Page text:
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Work Life

The Handbook of Elder Care Resources for the Federal Workplace

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Housing Options

ECHO Housing

If you and your parent don't wish to live together, having your parent live in a cottage on your property might be a workable alternative. Elder Cottage Housing Opportunity (ECHO for short) units are small, self-contained, portable housing units that can be placed in the back or side yard of a single family house. They were first manufactured in Australia to enable parents to remain near their adult children and families. ECHO units provide closeness, while retaining privacy for both parties. The cost of ECHO housing is less than a new home. For example, companies in California and Pennsylvania offer completely installed one-bedroom units with more than 500 square feet of living space for around $25,000.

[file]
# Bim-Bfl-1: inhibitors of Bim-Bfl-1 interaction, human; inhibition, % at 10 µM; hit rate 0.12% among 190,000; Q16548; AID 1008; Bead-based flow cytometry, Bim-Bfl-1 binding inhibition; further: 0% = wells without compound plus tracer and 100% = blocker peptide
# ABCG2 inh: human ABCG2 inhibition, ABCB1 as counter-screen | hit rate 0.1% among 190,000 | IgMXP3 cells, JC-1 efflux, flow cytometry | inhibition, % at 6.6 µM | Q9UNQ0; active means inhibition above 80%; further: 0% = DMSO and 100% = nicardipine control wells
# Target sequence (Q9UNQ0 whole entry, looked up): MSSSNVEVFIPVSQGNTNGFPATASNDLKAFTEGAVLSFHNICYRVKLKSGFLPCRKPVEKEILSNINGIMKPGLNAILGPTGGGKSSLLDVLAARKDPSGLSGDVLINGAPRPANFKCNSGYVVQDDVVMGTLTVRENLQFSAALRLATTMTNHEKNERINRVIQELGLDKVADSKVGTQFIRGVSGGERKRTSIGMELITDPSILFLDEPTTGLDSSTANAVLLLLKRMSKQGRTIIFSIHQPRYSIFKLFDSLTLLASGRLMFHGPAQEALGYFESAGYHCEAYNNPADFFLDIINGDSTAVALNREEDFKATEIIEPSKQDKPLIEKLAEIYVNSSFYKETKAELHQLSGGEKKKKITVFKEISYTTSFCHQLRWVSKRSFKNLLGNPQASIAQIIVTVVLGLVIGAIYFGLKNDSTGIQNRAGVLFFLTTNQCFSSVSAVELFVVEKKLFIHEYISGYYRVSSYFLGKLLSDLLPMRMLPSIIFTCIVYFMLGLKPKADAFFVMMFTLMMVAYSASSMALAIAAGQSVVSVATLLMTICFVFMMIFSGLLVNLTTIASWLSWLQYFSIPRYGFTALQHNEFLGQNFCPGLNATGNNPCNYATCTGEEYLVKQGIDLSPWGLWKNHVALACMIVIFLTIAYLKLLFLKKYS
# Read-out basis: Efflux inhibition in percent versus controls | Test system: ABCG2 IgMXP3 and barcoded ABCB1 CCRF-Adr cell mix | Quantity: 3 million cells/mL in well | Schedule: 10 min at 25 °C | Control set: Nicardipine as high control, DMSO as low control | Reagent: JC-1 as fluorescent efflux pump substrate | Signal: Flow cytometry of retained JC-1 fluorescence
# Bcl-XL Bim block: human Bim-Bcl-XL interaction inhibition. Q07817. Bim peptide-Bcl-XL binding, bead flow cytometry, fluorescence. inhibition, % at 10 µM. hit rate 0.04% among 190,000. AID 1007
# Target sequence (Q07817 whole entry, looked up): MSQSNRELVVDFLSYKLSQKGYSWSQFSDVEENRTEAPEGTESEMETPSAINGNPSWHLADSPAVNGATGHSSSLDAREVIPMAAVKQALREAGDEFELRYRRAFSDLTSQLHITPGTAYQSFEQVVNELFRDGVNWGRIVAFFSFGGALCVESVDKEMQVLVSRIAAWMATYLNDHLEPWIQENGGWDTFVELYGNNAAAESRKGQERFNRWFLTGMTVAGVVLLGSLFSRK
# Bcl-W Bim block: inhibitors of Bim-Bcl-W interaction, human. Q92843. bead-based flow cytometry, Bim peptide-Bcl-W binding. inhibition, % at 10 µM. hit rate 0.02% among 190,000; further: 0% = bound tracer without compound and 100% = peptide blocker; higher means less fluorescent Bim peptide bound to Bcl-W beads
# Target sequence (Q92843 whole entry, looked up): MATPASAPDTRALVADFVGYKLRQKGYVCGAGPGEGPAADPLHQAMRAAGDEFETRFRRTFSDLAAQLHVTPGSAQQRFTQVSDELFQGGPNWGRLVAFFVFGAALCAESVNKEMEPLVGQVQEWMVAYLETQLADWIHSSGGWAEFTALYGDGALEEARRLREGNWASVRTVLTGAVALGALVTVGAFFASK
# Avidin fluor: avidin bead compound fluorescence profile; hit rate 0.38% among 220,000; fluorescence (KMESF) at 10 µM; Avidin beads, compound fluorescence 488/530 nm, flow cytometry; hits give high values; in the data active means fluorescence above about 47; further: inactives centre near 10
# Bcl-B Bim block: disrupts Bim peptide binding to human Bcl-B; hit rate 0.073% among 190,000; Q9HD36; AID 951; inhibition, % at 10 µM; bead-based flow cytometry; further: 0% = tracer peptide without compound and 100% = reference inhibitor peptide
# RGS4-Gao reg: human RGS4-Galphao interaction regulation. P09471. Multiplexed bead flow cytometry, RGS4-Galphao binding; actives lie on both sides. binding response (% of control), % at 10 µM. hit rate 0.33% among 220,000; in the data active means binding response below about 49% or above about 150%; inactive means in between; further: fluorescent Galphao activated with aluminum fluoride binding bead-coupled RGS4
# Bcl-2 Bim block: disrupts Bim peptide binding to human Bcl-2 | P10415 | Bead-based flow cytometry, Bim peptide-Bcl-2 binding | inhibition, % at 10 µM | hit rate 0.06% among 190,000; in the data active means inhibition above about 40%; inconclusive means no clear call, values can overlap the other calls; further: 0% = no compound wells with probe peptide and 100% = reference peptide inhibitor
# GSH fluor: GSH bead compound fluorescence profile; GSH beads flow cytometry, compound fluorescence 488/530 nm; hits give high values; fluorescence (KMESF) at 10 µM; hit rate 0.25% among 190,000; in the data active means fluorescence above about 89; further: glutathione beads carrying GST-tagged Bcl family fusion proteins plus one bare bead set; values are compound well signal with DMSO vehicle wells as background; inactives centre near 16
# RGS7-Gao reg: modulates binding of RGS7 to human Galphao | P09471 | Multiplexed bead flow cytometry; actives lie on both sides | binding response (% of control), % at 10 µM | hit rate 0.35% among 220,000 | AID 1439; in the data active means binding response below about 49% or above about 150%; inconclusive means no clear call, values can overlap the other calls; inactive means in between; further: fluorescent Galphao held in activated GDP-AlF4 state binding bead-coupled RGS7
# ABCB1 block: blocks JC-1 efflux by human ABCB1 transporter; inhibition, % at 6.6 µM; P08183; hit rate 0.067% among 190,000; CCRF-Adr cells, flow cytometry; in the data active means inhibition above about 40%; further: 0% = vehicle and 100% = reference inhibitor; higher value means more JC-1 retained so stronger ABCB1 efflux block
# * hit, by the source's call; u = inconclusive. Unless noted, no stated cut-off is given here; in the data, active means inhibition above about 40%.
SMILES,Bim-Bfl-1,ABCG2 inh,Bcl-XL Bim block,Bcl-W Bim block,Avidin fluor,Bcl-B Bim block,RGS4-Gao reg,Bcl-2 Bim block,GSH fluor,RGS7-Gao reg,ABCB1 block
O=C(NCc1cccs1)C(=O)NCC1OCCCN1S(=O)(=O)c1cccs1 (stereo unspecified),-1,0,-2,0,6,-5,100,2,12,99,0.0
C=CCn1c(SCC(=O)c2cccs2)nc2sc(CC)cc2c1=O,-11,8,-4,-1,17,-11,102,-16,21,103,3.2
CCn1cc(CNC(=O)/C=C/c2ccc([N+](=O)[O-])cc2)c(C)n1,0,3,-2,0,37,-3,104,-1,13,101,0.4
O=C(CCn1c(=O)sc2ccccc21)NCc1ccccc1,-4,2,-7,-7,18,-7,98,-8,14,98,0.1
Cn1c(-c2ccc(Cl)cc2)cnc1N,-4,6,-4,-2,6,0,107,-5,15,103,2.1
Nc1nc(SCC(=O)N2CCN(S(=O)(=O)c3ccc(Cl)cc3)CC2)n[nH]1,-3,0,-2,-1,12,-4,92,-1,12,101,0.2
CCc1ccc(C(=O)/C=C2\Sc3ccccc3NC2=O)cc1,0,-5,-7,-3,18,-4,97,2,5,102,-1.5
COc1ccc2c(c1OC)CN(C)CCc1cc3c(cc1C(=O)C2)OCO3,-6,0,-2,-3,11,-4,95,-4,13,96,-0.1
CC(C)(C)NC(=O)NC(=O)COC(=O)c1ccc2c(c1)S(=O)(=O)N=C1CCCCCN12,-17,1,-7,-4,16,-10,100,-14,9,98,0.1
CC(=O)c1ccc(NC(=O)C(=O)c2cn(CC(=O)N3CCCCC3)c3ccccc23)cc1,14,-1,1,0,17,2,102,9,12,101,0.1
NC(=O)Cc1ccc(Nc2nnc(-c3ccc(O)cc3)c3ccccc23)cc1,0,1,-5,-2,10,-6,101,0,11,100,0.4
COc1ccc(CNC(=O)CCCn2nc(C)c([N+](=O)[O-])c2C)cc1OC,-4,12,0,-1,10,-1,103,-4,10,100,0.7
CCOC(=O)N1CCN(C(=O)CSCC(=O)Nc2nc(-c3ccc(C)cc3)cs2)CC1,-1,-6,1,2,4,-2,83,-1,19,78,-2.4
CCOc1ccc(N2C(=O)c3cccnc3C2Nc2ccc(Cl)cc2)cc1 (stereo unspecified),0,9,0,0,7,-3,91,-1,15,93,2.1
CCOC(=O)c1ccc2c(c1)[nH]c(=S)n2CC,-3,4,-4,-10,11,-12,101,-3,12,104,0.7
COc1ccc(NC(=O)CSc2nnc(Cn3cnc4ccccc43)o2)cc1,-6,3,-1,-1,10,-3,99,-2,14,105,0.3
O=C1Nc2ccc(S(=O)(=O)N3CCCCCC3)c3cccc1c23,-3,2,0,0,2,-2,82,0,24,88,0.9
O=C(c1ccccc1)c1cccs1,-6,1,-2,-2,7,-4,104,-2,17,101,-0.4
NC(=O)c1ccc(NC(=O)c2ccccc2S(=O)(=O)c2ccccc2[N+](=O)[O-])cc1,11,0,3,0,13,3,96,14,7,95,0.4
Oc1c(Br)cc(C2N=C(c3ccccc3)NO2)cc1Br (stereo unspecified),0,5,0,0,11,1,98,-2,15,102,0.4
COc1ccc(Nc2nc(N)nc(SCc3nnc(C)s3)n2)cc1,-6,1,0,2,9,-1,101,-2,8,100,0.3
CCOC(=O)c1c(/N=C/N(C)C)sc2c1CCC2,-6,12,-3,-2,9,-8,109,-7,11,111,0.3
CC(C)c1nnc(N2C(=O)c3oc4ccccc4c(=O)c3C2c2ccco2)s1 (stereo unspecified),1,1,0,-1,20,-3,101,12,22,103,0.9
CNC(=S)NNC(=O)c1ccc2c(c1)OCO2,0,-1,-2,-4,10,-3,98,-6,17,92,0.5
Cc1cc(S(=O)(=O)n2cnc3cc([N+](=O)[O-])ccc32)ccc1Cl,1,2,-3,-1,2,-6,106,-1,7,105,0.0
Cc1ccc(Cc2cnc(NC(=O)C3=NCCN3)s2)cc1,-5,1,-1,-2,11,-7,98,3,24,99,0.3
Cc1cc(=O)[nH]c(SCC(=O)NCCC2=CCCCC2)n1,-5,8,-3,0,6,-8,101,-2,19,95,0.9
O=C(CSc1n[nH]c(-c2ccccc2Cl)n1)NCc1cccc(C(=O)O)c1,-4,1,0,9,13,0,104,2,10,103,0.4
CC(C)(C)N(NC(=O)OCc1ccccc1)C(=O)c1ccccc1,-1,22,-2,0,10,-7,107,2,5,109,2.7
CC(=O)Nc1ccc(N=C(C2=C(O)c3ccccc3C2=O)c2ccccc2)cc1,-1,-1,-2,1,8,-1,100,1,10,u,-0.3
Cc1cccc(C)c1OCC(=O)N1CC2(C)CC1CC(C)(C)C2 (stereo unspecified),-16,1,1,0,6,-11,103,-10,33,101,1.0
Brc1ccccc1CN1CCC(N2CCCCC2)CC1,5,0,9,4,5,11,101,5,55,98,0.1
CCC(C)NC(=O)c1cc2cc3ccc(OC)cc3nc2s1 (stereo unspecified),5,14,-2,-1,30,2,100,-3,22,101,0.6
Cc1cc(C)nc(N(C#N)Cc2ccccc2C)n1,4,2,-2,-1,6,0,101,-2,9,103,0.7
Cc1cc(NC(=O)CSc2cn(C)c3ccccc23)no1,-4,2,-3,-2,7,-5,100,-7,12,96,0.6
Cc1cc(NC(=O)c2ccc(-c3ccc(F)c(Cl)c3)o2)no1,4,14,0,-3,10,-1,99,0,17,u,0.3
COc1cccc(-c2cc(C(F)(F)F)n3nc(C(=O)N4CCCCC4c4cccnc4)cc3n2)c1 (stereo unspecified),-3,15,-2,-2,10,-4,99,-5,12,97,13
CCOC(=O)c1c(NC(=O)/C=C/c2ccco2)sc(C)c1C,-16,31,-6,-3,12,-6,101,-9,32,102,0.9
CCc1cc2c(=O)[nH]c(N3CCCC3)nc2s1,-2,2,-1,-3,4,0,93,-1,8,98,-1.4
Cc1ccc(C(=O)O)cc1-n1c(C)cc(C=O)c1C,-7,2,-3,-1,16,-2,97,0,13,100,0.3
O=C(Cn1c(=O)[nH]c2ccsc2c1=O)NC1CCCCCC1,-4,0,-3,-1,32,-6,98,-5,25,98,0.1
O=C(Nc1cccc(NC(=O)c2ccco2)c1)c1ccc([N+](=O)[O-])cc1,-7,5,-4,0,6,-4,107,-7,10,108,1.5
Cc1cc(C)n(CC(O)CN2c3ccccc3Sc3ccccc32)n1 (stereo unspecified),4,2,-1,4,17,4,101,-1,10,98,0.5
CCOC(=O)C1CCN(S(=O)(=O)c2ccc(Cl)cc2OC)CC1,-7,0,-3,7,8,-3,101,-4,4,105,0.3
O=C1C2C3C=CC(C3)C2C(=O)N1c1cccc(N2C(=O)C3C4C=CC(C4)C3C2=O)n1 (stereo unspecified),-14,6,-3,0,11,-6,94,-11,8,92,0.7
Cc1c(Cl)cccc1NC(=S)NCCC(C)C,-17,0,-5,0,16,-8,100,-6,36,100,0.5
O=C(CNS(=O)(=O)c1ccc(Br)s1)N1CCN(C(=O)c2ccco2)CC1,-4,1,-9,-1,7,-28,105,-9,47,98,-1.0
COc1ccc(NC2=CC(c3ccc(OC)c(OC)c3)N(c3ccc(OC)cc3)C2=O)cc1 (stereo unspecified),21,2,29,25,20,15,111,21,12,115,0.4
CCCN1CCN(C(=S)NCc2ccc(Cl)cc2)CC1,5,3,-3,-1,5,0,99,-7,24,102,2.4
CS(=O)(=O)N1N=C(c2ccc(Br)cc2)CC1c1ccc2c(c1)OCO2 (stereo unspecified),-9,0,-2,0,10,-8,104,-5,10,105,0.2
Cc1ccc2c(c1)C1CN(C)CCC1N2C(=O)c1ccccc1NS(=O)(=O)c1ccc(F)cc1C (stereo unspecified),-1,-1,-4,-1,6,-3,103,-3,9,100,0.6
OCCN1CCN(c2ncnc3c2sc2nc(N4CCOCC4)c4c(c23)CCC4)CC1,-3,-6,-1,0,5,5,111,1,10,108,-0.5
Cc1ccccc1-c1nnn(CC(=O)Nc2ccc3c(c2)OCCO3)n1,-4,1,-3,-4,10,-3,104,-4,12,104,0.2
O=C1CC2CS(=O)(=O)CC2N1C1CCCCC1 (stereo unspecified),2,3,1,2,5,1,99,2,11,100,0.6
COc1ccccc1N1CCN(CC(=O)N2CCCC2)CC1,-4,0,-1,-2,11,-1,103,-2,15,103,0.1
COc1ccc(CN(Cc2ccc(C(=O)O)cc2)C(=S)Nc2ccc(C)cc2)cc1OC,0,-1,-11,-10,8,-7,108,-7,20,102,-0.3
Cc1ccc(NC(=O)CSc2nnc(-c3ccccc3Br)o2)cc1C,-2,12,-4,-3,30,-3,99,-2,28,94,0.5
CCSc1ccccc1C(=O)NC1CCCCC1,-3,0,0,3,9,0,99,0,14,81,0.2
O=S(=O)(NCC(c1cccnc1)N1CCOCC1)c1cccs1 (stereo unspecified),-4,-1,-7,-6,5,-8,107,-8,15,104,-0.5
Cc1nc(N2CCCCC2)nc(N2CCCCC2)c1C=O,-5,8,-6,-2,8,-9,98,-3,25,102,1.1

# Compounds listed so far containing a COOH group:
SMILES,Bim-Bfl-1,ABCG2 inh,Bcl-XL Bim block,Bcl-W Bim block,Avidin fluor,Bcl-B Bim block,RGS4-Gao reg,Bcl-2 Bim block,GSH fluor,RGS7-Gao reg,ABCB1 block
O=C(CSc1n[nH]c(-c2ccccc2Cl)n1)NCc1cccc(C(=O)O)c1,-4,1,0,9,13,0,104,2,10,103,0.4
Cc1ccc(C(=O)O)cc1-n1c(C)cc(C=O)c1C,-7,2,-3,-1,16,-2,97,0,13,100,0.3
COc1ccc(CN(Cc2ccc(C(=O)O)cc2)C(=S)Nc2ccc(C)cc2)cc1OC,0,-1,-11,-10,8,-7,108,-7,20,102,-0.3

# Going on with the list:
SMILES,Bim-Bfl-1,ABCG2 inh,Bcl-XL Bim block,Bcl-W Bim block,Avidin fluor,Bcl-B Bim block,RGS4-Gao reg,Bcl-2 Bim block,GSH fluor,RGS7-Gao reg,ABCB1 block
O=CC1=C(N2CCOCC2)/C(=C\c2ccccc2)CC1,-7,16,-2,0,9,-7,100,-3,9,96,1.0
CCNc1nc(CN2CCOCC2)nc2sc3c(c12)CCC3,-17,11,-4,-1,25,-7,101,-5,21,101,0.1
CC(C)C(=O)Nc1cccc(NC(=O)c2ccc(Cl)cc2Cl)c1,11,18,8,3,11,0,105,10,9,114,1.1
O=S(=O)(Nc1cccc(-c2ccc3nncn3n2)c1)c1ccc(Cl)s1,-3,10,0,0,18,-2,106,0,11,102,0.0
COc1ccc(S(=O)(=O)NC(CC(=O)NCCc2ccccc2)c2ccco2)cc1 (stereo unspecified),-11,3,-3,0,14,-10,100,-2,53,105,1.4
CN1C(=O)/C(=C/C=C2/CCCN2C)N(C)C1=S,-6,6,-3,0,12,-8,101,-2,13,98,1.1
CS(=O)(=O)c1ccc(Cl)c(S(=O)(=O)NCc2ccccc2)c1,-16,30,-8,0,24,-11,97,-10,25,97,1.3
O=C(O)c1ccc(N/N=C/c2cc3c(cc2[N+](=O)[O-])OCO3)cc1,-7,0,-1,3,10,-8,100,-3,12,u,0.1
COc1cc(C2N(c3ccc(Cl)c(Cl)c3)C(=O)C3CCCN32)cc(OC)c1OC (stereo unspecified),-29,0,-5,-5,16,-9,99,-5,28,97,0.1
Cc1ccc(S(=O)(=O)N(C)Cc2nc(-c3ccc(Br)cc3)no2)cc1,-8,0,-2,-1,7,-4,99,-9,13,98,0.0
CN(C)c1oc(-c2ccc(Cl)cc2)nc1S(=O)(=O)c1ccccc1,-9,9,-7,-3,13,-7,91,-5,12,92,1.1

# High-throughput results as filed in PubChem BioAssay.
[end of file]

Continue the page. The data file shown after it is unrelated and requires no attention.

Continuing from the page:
Consider these issues:

  • Do zoning laws restrict this type of structure? Check with your local zoning or planning board.
  • Is there adequate yard space for both structures?
  • What will the local tax treatment be? Will it add to the value of your property?
  • Are utility hook-ups available?

Board and Care Homes

Board and care homes go by many names (including personal care homes, residential care facilities, assisted living, and domiciliary care). In exchange for rent, generally they provide room, meals, laundry and house-keeping, and regular contact with staff to ensure that "all is well." The daily contact with staff is what distinguishes "board and care" homes from the more familiar boarding houses. Your parent would share this home, of course, with a number of other residents.